As a member of the movement for the Defense of the Queuco River and the Network for Free Rivers, Fernanda has invited people to mobilize against the Water Highway. The project, promoted by Corporación Reguemos Chile, as indicated on its website, “will allow the capture, storage, and transport of excess water from the rivers of the Bíobío Region, where it is abundant and not used to its fullest capacity in the winter months, to the Atacama Region in the north, where water is scarce and required for different uses, such as agriculture.

However, for the inhabitants who oppose this, “No river has too much water.” We cannot allow our territory to be impacted again by a project as harmful as the Water Highway. We will fight to the end to stop it from being built,” says Fernanda.

Family legacy

When Fernanda was a little girl, she and her classmates witnessed the arrival of large machines, but at the time, they did not understand the impact they would have on the area. What she was always aware of was the need to respect Ñuke Mapu (mother earth). She mainly inherited knowledge from her grandmother Rosa Milla, who died 10 years ago. Rosa taught her about Mapuche spirituality and the fact that “every element of the earth is alive.”

“In her daily work, Fernanda reflects what our grandmother taught us when we were small, about taking care of nature and the river. Sometimes we would go to spend the night with her. Fernanda is an example to follow, she is a good leader. The whole family is very proud of what she does,” says Paulina Purran (31), Fernanda’s first cousin. They grew up together and currently share various activities such as playing palín, a traditional Mapuche game.

The people around Fernanda describe her as an extremely organized, structured woman, which enables her to participate and lead all the activities she engages in daily. She has a strong character, and is a good mother, and above all, a loyal person who likes to dream.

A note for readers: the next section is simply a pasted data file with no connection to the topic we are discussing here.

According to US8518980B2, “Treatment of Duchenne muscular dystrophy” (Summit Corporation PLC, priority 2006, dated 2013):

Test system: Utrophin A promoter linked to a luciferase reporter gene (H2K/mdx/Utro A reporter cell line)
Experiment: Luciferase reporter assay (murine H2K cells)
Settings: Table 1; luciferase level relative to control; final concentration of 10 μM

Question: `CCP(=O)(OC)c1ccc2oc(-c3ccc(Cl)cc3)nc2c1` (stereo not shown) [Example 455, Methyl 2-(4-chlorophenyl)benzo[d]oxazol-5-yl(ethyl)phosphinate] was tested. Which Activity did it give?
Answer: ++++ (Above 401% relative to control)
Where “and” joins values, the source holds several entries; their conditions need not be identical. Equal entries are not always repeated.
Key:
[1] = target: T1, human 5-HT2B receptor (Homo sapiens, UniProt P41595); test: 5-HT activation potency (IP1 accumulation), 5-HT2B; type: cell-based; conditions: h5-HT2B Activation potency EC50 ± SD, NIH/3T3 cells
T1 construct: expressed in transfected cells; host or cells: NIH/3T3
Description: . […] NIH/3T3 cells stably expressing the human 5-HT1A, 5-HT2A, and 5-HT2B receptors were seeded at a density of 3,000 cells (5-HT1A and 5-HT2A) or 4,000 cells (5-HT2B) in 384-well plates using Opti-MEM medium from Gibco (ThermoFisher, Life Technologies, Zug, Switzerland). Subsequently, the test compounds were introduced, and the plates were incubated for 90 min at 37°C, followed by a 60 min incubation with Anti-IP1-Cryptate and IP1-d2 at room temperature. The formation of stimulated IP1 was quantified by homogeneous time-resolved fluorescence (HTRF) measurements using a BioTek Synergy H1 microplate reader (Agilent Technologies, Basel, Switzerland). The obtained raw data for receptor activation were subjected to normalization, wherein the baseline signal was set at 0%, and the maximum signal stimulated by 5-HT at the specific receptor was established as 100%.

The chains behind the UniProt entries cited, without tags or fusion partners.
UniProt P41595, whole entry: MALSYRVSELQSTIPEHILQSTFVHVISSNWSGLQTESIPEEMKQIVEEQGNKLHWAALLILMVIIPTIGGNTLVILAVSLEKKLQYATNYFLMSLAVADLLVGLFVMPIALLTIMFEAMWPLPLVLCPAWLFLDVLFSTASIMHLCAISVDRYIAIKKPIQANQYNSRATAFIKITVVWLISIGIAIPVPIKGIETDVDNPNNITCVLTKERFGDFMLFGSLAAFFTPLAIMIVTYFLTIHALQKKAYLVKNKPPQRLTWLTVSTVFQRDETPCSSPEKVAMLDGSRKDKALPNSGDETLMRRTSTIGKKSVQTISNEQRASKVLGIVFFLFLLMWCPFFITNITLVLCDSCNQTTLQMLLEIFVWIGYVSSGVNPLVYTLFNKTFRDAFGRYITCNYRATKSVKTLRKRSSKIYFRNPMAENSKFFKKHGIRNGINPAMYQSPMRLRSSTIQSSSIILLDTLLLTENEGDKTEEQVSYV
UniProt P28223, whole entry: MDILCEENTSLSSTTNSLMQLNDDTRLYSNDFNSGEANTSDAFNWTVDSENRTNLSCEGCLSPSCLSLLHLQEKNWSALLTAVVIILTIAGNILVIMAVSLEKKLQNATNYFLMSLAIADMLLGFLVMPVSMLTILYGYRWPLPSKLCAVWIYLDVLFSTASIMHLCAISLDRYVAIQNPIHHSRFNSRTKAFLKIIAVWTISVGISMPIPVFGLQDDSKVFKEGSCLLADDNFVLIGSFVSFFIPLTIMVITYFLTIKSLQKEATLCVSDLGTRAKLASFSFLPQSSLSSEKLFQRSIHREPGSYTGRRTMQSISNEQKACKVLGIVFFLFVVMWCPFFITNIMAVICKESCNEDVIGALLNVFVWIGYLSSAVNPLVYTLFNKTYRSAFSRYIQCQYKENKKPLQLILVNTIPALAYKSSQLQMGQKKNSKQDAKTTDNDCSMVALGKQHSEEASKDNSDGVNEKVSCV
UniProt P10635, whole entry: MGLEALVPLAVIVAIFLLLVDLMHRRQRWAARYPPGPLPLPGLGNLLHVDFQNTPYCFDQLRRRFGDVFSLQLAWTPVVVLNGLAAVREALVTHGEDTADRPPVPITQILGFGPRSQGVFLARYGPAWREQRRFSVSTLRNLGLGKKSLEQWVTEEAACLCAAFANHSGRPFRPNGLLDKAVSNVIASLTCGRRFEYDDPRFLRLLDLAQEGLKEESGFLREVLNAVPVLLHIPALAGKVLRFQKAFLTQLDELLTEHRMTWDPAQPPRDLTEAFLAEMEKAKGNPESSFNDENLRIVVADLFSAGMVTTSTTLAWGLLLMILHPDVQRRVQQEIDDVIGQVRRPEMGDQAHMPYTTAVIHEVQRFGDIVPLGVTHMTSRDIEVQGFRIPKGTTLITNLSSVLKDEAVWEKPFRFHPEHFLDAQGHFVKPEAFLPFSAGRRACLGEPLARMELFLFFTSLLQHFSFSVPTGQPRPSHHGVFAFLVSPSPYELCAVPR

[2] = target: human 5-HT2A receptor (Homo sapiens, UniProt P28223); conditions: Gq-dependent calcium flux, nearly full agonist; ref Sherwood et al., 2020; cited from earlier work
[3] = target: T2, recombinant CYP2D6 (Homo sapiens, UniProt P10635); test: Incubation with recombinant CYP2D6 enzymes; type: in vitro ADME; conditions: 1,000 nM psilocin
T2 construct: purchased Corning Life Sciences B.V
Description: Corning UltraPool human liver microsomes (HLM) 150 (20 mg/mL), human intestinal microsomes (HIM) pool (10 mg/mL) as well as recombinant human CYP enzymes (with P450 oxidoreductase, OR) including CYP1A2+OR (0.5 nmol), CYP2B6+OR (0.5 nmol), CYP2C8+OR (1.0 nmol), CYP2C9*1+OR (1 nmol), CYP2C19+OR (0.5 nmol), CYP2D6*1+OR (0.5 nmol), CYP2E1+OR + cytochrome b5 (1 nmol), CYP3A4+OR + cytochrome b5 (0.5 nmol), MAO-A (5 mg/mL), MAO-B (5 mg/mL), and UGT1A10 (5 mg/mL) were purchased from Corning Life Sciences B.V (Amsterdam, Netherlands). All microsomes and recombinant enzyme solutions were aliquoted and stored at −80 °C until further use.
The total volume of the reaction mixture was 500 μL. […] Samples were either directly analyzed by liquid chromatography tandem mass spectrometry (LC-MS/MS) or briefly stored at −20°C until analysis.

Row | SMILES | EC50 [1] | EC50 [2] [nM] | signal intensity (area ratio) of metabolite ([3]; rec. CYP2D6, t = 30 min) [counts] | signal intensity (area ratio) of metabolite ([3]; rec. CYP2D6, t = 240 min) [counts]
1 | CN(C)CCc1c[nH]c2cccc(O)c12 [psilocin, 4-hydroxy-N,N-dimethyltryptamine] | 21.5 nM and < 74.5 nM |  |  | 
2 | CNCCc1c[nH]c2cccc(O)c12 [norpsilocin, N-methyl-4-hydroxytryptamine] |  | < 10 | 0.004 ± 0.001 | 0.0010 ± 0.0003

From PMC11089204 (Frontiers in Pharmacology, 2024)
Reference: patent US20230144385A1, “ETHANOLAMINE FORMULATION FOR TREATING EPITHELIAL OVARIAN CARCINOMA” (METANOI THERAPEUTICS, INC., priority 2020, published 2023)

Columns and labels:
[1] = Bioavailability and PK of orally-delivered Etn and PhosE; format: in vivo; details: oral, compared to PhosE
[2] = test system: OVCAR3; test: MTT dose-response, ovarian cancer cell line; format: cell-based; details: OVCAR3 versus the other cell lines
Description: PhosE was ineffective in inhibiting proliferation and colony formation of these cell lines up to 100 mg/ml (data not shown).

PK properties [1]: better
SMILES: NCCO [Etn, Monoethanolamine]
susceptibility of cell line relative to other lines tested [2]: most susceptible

“Although sometimes she gets disheartened, she has a strong, resilient character that has enabled her to be the leader she is. She is also respected for her work in the territories,” says Paulina Purran, who also mentions the Quintreman sisters as outstanding women and Mapuche. The cousins think it is essential to transmit this knowledge to their daughters.

Fernanda’s life, like that of many indigenous peoples, was marked by poverty. From the age of 12 to 16, she used to work as a seasonal fruit picker in the summer in various places with her cousins, mother, and aunts. When she was in the last year of high school, she became a mother. She remembers this process as being difficult, but one she was able to cope with because she had a lot of family support.

Her aunt, María Purran Milla, explains that Fernanda has been enthusiastic about her studies, independent and sociable since she was a child. “She began to mobilize a lot of people. She has fought to defend the environment. I think she inherited that strength from my father, because he was a great fighter who always defended our ancestors, his community. Fernanda has been to other countries to tell them what is happening here. I am proud of my niece, because we have to take care of the rivers,” she says.

María, the oldest of her siblings, was 14 when in 1973, her father José Guillermo Purrán Treca was arrested and disappeared, a victim of the military dictatorship of Augusto Pinochet. He was a leader and recognized at a territorial level. He toured various communities on horseback, recovering land for other families.

“My father was killed for speaking out, for being a Mapuche who defended the environment. To this day, we are still seeking justice, like many people in the territory. That hurts; it marks you for life. It’s a wretched memory we have. My father was not a terrorist; he died fighting,” explains María.